December 4, 2009 | Lehman College
The sweep of migration to the Bronx, from Jewish and Italian immigrants of the early twentieth century to Hispanic and African American families later on, is captured in a new website featuring vintage childhood photos digitized by Lehman’s Leonard Lief Library. Not only generations but also layers of emotion are depicted in the sixty-one vintage and contemporary black-and-white pictures—idyllic, Huck-Finn types of scenes contrasting sharply with ones both tender and tragic, such as a father kissing his beloved daughter at a homeless shelter.
The online project, called “Childhood in the Bronx,” has given new life to an exhibit originally shown at the Lehman College Art Gallery in 1986. Photographs of Bronx children are shown in schools, playgrounds, community centers and at play and amplified in some cases through sound clips that give background and context to the images.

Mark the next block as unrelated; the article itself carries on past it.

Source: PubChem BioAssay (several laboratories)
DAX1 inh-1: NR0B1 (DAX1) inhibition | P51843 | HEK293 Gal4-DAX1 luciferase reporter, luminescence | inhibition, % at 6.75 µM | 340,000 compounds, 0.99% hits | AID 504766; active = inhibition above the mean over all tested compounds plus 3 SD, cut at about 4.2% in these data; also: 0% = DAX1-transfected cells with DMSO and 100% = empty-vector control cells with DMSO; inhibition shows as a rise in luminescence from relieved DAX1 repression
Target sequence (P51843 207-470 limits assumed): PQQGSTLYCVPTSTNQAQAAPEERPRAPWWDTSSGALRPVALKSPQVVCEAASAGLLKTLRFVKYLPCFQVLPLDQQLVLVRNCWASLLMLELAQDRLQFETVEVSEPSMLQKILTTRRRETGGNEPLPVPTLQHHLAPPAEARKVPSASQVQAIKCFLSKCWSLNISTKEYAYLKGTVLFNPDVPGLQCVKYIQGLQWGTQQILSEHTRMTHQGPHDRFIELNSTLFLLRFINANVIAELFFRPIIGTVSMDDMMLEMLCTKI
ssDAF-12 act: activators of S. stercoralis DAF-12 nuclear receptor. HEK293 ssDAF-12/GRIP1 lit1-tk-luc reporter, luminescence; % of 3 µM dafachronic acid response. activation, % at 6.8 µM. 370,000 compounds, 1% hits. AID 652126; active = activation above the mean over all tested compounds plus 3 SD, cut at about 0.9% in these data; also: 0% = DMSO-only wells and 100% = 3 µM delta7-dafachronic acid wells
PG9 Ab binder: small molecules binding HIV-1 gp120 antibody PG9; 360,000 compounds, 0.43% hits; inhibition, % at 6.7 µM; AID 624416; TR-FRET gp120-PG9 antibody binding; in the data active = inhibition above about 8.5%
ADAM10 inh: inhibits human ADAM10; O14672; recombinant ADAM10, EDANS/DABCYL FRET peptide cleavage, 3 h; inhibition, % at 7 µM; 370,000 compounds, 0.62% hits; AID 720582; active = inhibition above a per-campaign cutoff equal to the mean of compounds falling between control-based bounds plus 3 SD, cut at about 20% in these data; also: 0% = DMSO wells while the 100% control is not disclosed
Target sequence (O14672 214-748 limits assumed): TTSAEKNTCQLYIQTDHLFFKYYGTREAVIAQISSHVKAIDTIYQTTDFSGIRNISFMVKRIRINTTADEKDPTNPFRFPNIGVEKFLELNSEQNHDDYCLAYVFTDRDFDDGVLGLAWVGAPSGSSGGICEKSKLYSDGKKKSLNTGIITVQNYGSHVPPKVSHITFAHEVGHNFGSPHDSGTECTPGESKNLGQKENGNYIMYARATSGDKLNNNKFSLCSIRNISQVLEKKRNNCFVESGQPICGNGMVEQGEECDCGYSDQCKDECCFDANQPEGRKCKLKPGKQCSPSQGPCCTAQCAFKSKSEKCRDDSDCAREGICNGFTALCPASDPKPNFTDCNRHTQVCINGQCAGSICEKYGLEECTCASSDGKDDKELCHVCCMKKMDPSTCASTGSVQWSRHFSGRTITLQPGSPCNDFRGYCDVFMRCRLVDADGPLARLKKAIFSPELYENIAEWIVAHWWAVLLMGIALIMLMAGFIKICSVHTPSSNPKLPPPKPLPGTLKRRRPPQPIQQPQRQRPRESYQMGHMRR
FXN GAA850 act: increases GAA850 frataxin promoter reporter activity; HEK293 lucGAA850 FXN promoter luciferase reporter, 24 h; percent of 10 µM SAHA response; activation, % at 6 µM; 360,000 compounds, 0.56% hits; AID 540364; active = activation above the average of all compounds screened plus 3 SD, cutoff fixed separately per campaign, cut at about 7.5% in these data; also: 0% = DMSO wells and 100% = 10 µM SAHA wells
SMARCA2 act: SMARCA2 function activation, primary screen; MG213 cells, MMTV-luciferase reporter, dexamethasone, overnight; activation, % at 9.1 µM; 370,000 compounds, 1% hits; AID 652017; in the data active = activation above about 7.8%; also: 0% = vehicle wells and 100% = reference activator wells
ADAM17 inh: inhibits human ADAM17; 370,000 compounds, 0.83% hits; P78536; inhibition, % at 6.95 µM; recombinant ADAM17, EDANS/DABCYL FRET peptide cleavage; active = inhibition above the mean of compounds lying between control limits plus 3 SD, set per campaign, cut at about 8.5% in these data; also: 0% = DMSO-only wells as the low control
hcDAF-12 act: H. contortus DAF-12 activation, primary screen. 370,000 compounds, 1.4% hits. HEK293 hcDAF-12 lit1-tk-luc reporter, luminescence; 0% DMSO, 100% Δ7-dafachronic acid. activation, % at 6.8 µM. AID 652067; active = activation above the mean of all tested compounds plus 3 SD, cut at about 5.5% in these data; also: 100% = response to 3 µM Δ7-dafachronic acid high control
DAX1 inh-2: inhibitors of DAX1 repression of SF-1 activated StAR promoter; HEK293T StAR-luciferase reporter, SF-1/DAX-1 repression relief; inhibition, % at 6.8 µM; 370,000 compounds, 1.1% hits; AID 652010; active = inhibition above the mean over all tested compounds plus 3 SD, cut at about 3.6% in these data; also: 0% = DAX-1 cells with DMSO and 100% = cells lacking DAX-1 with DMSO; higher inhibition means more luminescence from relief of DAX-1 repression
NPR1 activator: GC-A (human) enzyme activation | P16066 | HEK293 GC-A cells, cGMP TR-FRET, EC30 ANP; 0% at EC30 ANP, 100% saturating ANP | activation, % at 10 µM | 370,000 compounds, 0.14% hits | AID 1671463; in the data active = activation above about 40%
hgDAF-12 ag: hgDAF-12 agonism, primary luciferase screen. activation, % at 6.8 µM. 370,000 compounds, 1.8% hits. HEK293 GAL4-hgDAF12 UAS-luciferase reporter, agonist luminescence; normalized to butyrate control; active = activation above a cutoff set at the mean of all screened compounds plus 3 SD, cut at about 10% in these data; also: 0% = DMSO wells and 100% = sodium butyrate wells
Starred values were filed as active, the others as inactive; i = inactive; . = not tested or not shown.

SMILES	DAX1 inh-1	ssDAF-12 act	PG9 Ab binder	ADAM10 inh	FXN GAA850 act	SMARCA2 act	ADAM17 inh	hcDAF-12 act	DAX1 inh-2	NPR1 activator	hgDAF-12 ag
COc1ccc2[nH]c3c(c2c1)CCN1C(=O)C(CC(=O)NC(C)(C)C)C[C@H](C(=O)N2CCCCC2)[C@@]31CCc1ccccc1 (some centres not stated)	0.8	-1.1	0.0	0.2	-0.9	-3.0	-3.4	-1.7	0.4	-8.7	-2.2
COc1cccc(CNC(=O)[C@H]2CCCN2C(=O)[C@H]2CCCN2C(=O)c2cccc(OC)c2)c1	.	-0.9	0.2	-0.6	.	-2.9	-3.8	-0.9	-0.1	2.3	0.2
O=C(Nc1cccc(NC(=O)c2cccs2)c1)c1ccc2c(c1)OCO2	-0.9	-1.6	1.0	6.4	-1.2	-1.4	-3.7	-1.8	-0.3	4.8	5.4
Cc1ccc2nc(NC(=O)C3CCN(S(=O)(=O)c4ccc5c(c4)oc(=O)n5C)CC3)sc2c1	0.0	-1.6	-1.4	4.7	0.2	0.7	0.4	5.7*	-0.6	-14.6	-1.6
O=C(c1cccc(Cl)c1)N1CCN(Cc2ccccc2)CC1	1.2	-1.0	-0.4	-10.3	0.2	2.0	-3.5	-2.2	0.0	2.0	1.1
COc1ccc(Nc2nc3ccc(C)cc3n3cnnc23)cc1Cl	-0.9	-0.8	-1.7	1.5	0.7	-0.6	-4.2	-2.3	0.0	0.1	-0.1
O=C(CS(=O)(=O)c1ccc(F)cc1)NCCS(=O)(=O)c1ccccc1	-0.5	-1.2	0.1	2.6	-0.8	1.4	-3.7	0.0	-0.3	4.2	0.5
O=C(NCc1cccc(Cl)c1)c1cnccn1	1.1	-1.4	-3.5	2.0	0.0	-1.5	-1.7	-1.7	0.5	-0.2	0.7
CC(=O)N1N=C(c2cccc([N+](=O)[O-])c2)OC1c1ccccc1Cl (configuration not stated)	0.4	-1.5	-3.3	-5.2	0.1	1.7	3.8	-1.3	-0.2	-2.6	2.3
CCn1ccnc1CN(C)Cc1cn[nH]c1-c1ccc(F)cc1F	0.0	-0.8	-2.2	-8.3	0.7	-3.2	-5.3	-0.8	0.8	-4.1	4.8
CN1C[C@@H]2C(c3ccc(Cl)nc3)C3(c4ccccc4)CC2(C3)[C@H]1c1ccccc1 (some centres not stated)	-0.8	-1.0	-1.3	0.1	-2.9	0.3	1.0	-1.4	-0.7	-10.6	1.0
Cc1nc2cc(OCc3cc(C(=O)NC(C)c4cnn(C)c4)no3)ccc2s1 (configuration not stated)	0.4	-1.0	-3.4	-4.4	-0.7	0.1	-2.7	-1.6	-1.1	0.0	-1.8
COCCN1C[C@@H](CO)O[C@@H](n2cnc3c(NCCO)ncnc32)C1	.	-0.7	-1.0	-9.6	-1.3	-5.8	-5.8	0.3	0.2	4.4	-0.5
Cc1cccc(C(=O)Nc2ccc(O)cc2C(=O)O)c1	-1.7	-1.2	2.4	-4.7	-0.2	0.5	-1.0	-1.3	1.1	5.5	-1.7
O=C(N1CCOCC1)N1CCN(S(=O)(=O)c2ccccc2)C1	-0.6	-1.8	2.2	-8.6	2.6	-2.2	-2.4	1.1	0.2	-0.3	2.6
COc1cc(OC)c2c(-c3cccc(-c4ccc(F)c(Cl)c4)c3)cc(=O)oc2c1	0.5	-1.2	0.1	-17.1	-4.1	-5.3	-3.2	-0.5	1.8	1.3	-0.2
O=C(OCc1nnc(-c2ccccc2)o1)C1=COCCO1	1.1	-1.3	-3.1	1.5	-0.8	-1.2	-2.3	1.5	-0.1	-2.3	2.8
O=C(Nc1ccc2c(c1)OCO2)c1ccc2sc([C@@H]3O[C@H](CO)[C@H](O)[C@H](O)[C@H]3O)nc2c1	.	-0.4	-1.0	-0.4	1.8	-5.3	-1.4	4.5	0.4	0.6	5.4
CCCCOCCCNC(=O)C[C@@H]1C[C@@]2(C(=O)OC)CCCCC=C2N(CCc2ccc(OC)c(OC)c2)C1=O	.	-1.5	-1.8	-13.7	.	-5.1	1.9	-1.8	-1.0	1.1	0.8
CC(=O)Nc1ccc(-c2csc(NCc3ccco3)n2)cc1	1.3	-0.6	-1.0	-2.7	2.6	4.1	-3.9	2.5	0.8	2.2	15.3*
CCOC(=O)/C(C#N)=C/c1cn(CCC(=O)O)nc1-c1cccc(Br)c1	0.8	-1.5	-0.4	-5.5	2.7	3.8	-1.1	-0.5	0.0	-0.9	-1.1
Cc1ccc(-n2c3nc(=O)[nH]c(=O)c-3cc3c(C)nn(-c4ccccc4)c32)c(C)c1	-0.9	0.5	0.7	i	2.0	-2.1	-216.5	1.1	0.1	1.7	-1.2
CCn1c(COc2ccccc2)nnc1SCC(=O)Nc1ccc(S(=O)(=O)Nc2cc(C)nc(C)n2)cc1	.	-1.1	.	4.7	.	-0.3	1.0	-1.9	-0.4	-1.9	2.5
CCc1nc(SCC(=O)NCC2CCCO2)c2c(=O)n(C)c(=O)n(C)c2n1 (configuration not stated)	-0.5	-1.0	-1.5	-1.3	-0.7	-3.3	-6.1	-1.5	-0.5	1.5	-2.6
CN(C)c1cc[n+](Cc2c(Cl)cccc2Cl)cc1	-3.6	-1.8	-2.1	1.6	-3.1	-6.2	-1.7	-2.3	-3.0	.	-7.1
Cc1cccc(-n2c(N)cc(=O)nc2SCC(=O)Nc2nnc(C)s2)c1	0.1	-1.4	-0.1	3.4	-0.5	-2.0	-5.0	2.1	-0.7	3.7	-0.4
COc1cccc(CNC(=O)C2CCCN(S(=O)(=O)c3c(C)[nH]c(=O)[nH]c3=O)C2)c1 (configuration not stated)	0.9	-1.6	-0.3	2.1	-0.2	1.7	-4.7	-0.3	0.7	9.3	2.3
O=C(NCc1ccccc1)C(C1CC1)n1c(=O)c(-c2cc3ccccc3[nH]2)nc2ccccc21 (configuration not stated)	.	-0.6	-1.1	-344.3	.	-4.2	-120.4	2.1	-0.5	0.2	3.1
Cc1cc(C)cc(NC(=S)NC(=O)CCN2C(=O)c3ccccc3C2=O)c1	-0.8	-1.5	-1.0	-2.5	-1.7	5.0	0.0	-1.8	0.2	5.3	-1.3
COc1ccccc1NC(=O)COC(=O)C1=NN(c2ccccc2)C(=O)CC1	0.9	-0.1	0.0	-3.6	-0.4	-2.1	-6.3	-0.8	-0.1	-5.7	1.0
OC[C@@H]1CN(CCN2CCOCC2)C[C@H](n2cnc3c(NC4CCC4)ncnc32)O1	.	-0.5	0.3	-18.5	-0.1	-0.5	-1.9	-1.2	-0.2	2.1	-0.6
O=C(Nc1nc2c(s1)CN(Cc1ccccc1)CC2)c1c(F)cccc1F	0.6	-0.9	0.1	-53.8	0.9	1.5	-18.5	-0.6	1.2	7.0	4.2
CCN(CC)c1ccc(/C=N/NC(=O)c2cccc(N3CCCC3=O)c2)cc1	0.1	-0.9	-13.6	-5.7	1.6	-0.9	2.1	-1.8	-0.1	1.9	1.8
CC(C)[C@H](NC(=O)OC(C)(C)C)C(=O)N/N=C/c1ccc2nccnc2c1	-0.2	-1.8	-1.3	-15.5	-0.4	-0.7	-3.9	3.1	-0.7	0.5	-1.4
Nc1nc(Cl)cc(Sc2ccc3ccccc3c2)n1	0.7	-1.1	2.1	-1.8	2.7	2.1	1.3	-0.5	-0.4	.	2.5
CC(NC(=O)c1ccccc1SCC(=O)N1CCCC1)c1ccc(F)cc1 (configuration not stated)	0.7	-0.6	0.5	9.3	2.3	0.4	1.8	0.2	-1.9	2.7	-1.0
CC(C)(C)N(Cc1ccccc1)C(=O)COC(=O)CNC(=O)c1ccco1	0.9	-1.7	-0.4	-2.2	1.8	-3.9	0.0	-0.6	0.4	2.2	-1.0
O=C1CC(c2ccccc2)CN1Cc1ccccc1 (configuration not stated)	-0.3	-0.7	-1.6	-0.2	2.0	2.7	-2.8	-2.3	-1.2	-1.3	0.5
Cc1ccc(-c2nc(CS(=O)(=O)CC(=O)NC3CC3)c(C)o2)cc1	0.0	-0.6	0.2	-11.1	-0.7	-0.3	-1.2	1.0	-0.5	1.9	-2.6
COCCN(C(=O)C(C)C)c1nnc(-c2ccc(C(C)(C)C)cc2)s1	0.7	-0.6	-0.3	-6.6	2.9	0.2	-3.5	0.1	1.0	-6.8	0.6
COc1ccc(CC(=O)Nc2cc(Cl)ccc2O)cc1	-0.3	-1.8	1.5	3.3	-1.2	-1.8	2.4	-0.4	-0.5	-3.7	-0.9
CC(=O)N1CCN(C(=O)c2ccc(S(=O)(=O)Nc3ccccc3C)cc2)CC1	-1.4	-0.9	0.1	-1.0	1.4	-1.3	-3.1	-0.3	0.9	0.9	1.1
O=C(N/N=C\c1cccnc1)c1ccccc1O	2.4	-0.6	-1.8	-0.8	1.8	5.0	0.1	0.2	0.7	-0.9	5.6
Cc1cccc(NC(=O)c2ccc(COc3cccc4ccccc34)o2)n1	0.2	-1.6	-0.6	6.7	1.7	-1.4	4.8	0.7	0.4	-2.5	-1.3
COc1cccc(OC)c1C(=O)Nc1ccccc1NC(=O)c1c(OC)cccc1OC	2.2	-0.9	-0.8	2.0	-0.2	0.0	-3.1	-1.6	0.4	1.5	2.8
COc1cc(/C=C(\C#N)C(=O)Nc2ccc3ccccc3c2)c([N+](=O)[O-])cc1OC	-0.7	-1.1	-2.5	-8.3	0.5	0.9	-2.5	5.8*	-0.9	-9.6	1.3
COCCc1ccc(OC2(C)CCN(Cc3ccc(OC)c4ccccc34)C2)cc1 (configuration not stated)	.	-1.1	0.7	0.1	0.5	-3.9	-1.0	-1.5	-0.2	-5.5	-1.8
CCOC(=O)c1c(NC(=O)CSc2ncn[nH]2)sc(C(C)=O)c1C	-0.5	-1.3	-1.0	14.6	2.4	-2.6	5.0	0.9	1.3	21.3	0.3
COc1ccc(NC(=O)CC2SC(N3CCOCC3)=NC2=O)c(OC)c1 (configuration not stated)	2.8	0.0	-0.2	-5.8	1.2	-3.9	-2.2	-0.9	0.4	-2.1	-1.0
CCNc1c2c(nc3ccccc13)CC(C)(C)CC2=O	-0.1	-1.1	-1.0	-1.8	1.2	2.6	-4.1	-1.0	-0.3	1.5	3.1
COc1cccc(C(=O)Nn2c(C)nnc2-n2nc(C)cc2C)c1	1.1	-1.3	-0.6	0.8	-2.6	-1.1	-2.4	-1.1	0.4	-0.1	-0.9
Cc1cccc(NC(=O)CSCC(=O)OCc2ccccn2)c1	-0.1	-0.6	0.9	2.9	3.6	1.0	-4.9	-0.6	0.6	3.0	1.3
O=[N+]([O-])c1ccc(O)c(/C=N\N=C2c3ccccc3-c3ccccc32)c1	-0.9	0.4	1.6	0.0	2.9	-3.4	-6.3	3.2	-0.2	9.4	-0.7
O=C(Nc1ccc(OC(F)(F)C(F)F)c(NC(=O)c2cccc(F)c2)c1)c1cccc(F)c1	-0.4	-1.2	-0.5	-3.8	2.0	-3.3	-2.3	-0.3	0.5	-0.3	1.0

“This exhibit gives visitors a chance to remember their own childhoods,” says Special Collections Librarian Janet Munch, who directed the project, which was released on December 2. “They also can see the borough in a different light from the usual media and government reports.”
The vintage photographs date from the early decades of the twentieth century and came to Lehman through a Bronx oral history project, housed in the Library’s Bronx Institute Archives. The contemporary images were produced by photographer Georgeen Comerford and span 1983 to 1986.
This project was funded by a $10,000 grant from the Metropolitan New York Library Council (METRO).